First elected to the house in 2018 with a whopping 81 percent of the vote, Hawkins is seeking a third term.

His lone opponent is Libertarian Sean Haugh, whom he handily bested for the seat two years ago.

Hawkins, a former Durham public high school teacher with deep roots in the community, is an easy endorsement in a district he’s represented honorably.

Durham County Sheriff: Clarence Birkhead

When incumbent Durham County sheriff Clarence Birkhead was first elected in 2019, he was one of seven Black sheriffs elected to the position in the state’s largest counties.

Birkhead, who won his primary with more than 80 percent of the vote, is being challenged by retired FBI agent and Durham native Maria Jocys. From the onset of Jocys announcing her campaign, the race has been contentious.

Birkhead has endorsements from the city’s most influential political action committees and a list of first-term accomplishments that include rejecting ICE detainers that “target marginalized communities” and banning “no-knock warrants.”

Soon after retiring from the FBI in December, Jocys started a website and persuaded 4 percent of Durham’s registered voters to sign a petition that would allow her to run as an unaffiliated sheriff’s candidate. Jocys has introduced a “six-point reform agenda” that includes a “total ban” on no-knock warrants. She also questions whether the incumbent has banned “no-knock” warrants as he says he has. Jocys’s experience working for the FBI definitely qualifies her for the job as sheriff.

But as a Durham native, she’s not very well known in the community, and it’s not clear what her contributions have been. So while his tenure as sheriff has been problematic at times, we’re sticking with Birkhead for another term.

Soil and Water Conservation District Supervisor: David Harris

As worsening floods pose threats to Durham’s land and water quality, we throw our support behind incumbent supervisor David Harris, a Rougemont native with farming roots and a long history of environmental preservation efforts.

We don’t know enough about the race’s other candidate, Mark Waller, to make an endorsement, but assuming Waller wins the board’s second open seat—and he should, as he’s the only other candidate running—we look forward to meeting him.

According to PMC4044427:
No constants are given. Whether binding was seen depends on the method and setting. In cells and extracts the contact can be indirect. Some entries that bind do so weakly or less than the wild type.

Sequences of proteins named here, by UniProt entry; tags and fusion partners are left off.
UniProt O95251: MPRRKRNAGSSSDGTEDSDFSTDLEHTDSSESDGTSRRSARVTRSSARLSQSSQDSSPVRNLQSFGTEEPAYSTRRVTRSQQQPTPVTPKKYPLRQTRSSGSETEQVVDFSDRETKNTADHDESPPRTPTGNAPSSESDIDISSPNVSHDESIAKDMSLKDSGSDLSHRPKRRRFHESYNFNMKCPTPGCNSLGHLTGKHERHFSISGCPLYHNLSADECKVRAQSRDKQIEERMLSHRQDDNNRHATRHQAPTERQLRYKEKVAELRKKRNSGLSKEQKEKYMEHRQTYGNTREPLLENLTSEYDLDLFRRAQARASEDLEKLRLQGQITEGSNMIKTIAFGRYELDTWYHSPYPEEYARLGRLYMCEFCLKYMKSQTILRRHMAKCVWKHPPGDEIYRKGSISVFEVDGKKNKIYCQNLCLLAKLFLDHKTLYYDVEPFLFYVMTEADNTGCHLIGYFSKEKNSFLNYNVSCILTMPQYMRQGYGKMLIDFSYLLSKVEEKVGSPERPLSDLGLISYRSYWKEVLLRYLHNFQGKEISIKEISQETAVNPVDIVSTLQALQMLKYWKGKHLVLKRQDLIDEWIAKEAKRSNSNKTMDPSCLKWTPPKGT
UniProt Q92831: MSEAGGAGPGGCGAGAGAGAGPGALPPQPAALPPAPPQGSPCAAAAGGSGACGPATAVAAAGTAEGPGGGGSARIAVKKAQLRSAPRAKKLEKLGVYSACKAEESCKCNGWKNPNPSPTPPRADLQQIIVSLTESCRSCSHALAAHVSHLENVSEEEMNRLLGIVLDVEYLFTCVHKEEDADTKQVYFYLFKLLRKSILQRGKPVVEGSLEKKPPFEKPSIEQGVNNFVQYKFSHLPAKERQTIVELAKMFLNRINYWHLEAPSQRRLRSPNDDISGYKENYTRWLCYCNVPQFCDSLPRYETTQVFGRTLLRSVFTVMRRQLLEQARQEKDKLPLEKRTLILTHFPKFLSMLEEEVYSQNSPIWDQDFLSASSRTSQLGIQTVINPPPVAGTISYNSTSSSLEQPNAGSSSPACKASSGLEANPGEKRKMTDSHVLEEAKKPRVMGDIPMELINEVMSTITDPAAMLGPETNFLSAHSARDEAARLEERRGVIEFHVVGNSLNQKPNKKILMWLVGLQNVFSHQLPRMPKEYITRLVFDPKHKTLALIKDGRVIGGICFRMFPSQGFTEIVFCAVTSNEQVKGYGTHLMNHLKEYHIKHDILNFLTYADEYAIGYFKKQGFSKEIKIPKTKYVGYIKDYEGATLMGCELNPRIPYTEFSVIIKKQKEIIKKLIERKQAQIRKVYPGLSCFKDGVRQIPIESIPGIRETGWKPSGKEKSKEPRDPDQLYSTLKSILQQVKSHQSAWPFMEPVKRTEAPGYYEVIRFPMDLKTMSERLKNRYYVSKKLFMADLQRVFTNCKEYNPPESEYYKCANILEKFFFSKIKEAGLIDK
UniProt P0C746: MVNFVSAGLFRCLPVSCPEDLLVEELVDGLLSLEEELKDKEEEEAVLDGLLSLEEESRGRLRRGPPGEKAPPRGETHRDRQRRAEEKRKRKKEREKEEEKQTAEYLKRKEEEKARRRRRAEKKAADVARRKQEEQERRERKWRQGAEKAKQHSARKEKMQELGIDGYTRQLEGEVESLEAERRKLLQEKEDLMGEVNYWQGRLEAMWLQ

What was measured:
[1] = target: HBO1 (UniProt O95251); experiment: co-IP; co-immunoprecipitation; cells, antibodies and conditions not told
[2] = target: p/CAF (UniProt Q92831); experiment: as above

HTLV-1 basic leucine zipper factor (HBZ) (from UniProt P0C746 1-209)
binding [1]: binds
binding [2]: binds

Durham County School Bonds: Vote YES

Given the historical underfunding of North Carolina public schools—and given the past three years that educators have experienced—the INDY is excited at the opportunity to endorse this $423.5 million referendum, which will back much-needed renovations for 14 existing Durham schools and fund the construction of a new elementary school in Hope Valley, both of which will help the school system adapt to the city’s rapid population growth. The referendum will also underwrite costs for a new Durham School of the Arts campus, as the magnet school’s current downtown campus is centered on a decaying 100-year-old building with windowless basement classrooms and a host of safety and security risks.

Durham County Community College Bonds: Vote YES

Durham Technical Community College intends to use the bulk of this $112.7 million referendum to construct new training centers for its health and life sciences programs, an initiative that the INDY staunchly supports. As companies bring job opportunities for life sciences researchers, and as Duke Health seeks new workers amid its ongoing staff shortages, it is imperative that Durham offers accessible training facilities to its existing residents. With this bond, Durham Tech would ensure that community members have avenues to high-paying jobs and provide a diverse, localized workforce pipeline.

Durham County Museum Bonds: Vote YES

Given that Lt. Gov. Mark Robinson has expressed a desire to remove science curricula from elementary school classrooms, it is critically important that we channel resources toward accessible learning environments like the Museum of Life and Science. The INDY wholeheartedly endorses this $14 million referendum, which will help expand and modernize the museum’s facilities with exhibits centered on climate change and other pressing scientific challenges. These funds will play an integral role in equipping and energizing the next generation for all that lies ahead.